To say that the Chrono series died would be true but also an insult. While Square did nothing else with it, there is still a ton of love for Chrono Trigger and appreciation for Chrono Cross. If it returned, it would likely available on Switch, PlayStation, and Xbox.
6. Pokémon Colosseum (2003, GameCube)
I really enjoyed Pokemon Colosseum, it was in this place between the main games and the Pokemon Stadium titles. Fans have been longing for a new Stadium game as well as a dedicated console title. I feel that Colosseum was a decent compromise between the two. You could battle against others with your pokemon or just do the solo story.
If released today, it would probably implement more Stadium to it but it would work. At the minimum, the class ranking from the Stadium games should be applied to the online battles in the main series.
7. Robotrek (1994, SNES)
I’ve said quite a bit about Robotrek before. While I did put it as a Pokeclone, Robotrek was Pokemon before Pokemon. It focused on robots that you can create and battle against other robots controlled by an evil gang. Sounds familiar? At any rate, it would be moot to bring it back since you have Pokemon in-house but it had a fun story that could’ve been continued.
Developers don’t usually make budget versions for fans who can’t afford the A-tier offering but this would cool for those who want something different but still familiar.
8. 1080 Snowboarding (1998, N64)
1080 Snowboarding is the franchise that went up against the SSX series which was at home on PlayStation at the time. It held its own for two games and was so much fun. As a matter of fact, it was the first N64 demo I played and I fell in love with it. However, after a while there just wasn’t a need to keep it around. Bringing it back would work as a launch title to showcase what the console could do while taking time with the heavy hitters.
9. Goemon (1986, NES)
While it made its debut in arcades, the Goemon series mainly had a home on Nintendo systems. This platformer put you in control of the legendary thief across several adventures. Honestly, Goemon came across as more of ninja but whatever. As a matter of fact, my first exposure to the series was 1997’s Mystical Ninja Starring Goemon on Gameboy. This version was extremely fun as was the N64 games.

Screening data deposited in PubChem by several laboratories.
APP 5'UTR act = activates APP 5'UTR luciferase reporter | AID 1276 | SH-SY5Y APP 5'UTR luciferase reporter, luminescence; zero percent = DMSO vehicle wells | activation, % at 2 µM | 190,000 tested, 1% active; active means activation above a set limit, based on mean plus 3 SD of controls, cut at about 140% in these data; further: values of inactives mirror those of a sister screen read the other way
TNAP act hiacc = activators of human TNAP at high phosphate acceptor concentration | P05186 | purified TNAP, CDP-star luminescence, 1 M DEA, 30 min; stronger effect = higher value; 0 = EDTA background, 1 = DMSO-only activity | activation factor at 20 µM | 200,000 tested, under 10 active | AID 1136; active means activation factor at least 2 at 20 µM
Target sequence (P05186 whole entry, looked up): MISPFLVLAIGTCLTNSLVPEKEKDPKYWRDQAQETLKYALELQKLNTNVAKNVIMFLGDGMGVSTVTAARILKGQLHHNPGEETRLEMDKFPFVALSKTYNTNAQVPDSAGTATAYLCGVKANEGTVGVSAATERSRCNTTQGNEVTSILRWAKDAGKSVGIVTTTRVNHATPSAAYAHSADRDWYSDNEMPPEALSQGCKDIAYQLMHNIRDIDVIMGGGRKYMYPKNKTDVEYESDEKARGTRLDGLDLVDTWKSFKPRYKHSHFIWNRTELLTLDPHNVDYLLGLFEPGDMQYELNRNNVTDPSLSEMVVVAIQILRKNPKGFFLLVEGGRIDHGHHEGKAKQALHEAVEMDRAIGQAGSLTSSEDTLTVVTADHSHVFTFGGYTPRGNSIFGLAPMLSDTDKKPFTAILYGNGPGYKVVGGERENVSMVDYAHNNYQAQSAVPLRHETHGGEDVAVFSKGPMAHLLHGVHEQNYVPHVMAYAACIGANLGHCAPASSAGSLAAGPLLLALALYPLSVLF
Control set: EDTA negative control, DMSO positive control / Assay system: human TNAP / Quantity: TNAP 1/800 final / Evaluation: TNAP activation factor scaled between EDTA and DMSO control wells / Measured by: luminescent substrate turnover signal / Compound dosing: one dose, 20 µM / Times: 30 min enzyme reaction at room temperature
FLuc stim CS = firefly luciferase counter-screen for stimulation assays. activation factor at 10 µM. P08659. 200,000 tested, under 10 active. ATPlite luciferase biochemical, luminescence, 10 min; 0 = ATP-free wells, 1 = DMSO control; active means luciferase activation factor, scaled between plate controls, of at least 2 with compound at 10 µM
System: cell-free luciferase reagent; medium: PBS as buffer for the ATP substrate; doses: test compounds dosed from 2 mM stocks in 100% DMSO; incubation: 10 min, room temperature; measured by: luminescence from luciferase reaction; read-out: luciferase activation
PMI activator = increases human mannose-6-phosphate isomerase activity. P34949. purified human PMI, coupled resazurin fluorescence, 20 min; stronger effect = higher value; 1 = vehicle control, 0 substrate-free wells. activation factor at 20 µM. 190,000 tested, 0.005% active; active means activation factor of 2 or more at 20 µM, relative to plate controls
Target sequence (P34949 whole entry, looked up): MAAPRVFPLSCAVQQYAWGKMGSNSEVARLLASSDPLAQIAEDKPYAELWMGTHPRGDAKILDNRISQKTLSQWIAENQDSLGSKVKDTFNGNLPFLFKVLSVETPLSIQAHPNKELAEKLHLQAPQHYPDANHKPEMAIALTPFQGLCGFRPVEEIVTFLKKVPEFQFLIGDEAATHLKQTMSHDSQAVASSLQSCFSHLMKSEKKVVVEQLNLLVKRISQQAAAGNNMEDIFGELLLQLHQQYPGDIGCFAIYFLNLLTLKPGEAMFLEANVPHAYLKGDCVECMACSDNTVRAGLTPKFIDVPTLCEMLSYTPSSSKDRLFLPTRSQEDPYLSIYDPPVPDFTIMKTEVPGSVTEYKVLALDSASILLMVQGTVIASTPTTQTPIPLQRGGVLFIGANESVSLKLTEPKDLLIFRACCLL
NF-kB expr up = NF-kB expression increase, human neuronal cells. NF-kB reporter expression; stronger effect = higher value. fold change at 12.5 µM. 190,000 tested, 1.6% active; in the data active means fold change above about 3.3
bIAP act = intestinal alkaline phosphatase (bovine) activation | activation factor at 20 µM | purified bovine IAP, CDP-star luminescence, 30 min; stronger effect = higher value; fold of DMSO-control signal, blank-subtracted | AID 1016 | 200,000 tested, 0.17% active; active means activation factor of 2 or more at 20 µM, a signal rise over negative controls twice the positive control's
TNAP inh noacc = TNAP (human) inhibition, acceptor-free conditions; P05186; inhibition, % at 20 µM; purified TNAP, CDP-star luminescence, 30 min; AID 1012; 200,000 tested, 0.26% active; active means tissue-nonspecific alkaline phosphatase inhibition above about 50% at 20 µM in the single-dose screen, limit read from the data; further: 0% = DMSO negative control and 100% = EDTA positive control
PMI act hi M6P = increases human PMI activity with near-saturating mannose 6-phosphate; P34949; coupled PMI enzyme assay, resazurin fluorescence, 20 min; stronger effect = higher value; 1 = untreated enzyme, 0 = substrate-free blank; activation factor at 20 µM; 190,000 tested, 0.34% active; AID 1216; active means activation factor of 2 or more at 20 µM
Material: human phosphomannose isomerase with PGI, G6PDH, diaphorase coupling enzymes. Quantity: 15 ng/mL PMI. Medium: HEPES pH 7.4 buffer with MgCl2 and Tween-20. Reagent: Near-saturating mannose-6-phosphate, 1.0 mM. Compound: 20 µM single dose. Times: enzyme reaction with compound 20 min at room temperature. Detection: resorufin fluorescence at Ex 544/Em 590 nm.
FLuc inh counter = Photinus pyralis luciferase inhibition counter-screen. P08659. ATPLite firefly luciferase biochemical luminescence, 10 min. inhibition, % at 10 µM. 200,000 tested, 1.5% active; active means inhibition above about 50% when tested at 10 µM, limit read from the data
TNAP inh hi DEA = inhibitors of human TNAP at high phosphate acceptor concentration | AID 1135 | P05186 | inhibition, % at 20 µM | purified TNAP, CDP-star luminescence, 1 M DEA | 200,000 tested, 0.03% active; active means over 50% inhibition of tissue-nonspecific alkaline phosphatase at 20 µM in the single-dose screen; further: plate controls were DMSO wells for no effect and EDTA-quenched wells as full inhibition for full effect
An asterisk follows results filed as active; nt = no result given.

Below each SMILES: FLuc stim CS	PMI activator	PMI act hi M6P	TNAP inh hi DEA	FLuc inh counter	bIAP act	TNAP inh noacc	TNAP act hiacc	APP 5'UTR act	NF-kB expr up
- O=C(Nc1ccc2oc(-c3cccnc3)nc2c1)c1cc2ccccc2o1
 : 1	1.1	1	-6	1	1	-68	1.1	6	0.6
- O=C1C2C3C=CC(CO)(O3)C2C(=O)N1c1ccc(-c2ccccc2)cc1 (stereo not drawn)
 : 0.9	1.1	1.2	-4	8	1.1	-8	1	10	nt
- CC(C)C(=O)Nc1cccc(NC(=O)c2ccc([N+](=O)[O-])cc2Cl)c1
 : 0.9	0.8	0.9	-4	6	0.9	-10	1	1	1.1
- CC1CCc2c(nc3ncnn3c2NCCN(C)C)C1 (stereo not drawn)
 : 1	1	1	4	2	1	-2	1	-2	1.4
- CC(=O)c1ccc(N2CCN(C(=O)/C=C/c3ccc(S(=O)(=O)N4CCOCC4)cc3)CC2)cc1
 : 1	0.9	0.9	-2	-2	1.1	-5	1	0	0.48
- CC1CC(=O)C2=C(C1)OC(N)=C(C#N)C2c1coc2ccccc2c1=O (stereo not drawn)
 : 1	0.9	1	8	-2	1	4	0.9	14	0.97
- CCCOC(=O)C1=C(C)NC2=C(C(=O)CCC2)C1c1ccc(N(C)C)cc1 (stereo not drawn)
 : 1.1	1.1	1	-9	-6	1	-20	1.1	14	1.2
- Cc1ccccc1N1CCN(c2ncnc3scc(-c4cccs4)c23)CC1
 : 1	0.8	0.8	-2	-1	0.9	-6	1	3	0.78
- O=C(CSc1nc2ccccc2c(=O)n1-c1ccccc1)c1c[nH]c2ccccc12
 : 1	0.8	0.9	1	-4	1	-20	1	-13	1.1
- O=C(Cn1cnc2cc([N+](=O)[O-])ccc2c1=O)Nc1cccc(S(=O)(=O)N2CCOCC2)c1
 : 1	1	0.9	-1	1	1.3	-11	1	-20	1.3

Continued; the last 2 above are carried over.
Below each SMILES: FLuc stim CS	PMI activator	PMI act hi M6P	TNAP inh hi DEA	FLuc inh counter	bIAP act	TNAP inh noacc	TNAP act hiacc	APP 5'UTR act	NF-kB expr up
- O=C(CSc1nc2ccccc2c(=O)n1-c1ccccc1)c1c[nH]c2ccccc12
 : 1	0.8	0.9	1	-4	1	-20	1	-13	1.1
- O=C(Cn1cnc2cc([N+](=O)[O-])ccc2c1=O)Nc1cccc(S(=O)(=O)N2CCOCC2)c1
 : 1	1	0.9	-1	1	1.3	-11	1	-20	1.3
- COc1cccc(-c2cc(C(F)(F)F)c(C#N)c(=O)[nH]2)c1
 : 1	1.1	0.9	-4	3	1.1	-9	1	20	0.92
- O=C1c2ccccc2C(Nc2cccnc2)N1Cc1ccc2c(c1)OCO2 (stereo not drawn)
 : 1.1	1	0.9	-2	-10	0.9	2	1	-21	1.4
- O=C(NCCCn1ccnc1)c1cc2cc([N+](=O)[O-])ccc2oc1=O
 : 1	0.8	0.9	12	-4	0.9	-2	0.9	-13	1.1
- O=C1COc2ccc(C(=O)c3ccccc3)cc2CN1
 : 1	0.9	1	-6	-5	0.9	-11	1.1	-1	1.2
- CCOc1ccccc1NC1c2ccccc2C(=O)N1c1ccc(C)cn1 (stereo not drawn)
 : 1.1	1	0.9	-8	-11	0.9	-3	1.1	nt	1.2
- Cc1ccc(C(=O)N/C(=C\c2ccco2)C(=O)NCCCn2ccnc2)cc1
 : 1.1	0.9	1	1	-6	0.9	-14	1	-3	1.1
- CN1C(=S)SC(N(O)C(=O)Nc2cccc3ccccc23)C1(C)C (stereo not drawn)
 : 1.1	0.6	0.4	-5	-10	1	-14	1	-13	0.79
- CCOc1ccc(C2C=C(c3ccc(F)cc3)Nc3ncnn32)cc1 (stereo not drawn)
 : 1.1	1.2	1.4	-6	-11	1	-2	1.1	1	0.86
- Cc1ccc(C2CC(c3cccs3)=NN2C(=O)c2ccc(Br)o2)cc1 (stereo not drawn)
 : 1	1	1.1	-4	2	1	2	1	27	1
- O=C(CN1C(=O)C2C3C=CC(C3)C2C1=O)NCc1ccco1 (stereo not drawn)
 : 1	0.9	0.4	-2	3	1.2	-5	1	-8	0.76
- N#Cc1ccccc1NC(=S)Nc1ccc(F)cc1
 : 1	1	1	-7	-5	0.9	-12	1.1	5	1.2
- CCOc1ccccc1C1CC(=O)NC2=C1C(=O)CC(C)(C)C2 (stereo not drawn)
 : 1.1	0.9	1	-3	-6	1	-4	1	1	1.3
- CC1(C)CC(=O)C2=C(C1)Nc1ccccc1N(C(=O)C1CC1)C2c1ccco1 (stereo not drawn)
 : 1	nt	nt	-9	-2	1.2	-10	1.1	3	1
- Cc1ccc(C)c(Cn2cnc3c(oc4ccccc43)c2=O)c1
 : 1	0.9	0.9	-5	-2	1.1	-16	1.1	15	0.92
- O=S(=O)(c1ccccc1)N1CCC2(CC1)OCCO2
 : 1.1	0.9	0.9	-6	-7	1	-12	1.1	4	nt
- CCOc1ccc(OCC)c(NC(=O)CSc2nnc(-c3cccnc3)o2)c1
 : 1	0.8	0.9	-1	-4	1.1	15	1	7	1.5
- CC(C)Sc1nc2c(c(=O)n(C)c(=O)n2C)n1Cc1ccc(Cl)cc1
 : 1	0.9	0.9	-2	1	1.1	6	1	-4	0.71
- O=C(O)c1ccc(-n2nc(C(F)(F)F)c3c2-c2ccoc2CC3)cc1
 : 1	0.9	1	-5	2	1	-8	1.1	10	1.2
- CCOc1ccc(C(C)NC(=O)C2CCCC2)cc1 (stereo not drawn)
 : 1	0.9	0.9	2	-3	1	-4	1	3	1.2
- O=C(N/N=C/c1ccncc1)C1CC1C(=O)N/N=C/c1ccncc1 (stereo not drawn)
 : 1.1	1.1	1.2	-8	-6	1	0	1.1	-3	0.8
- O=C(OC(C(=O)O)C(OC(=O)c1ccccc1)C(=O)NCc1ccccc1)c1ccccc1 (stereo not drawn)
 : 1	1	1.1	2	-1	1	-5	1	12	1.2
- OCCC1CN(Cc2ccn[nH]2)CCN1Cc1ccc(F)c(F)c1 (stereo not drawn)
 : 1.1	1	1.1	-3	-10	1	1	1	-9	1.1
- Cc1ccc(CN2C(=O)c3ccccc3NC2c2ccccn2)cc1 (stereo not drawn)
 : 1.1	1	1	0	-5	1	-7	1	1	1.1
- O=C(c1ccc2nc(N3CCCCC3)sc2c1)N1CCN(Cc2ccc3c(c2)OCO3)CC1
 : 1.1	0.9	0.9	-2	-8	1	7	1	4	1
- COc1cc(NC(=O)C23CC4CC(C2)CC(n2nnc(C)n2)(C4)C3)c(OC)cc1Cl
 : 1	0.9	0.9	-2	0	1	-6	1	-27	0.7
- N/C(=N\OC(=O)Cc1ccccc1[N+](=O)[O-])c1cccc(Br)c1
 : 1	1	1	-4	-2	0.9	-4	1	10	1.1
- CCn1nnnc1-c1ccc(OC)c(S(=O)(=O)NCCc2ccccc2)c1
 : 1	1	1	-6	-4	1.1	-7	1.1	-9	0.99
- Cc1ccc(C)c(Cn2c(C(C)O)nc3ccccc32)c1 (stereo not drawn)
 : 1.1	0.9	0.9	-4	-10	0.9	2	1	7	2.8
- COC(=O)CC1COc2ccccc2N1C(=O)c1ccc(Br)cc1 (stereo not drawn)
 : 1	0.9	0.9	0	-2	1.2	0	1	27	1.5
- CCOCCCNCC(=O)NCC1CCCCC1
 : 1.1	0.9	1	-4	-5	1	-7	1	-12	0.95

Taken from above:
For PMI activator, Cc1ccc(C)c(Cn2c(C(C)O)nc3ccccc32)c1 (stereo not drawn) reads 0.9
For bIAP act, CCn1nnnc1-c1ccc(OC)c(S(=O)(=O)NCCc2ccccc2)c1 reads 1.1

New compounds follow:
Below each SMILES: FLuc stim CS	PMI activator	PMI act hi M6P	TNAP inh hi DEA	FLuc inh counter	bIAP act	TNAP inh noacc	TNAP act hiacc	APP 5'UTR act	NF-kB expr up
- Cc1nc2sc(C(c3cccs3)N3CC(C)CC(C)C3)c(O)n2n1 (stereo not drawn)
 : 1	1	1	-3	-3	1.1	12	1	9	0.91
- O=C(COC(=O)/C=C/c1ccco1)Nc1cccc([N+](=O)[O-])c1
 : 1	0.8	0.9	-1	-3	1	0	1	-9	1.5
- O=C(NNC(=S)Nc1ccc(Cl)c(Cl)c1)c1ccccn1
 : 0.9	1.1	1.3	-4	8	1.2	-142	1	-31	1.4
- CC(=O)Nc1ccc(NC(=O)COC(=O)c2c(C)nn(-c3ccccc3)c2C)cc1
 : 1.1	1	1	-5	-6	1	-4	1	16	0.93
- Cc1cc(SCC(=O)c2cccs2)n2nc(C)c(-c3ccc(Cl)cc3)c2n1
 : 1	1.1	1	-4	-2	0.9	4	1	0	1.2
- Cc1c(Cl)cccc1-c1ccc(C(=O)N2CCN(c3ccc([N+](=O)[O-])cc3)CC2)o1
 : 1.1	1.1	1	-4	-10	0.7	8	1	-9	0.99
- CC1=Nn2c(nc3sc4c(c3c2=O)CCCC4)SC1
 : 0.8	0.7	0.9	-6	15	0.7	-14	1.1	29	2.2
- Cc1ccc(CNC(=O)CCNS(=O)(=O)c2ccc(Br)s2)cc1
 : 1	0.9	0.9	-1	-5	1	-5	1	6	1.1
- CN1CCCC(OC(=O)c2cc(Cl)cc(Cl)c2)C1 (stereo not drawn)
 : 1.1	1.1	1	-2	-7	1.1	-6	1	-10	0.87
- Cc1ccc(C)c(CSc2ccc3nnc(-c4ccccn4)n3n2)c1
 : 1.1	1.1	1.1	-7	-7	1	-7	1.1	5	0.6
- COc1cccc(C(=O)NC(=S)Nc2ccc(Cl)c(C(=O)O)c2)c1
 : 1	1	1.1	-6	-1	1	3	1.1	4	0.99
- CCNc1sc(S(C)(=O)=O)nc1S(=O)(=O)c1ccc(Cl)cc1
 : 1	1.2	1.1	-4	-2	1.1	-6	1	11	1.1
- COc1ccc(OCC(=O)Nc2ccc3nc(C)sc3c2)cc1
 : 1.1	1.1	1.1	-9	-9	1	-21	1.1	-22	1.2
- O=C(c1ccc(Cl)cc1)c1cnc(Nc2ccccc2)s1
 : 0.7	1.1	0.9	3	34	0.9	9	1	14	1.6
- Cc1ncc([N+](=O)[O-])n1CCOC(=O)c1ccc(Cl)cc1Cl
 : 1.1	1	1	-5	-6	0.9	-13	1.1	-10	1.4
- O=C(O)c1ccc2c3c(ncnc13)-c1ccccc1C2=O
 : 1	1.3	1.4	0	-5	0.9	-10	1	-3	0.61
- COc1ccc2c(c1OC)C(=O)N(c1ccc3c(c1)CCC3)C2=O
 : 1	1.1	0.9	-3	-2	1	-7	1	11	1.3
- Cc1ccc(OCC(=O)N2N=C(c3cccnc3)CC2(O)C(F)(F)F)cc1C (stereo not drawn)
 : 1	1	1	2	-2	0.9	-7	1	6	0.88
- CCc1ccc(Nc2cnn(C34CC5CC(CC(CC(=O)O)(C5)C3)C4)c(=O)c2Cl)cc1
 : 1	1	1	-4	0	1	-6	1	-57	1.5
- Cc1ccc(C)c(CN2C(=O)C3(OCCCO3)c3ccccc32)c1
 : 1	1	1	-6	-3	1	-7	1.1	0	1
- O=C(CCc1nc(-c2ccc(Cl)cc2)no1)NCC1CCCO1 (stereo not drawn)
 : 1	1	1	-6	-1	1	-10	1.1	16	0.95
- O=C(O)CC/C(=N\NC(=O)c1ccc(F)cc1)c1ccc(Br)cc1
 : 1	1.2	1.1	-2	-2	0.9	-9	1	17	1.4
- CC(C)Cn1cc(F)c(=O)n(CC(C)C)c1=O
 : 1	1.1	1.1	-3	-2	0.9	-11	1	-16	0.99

The series pretty much ended in 2003 but Goemon’s got a couple of adventures left in him. Also, it might lead to a Super Smash Bros. entry. I mean, the series has characters from games that weren’t on Nintendo consoles. Show Goemon some respect!
10. Rushing Beat (1992, SNES)
Developed by the now-defunct Jaleco, the Rushing Beat—Rival Turf!, Brawl Brothers, and The Peacekeepers in the U.S—would come off as a knock off of Double Dragons, Final Fight, and Streets of Rage. To be honest, the side scrolling beat ‘em genre in the 1990s was similar to the sports and racing game genres of the time—ultra similar.
It all came down to how fun of a game it was. The Rushing Beat games were very fun but I wouldn’t put them against Final Fight or Streets of Rage.
There was one problem with the franchise: the player characters moved kind of slowly. As if they were just stalking through the stage before enemies popped up for you to beat up. That said, this is a franchise that could be revived on Nintendo exclusively.
The last game came out in the U.S in 1994 and is old enough to be considered a new franchise if revived. As a matter of fact, it wouldn’t even need to go 3D, a 2D beat ‘em up return would be well received by retro enthusiasts—like yours truly.
Staff Writer; M. Swift
This talented writer is also a podcast host, and comic book fan who loves all things old school. One may also find him on Twitter at; metalswift.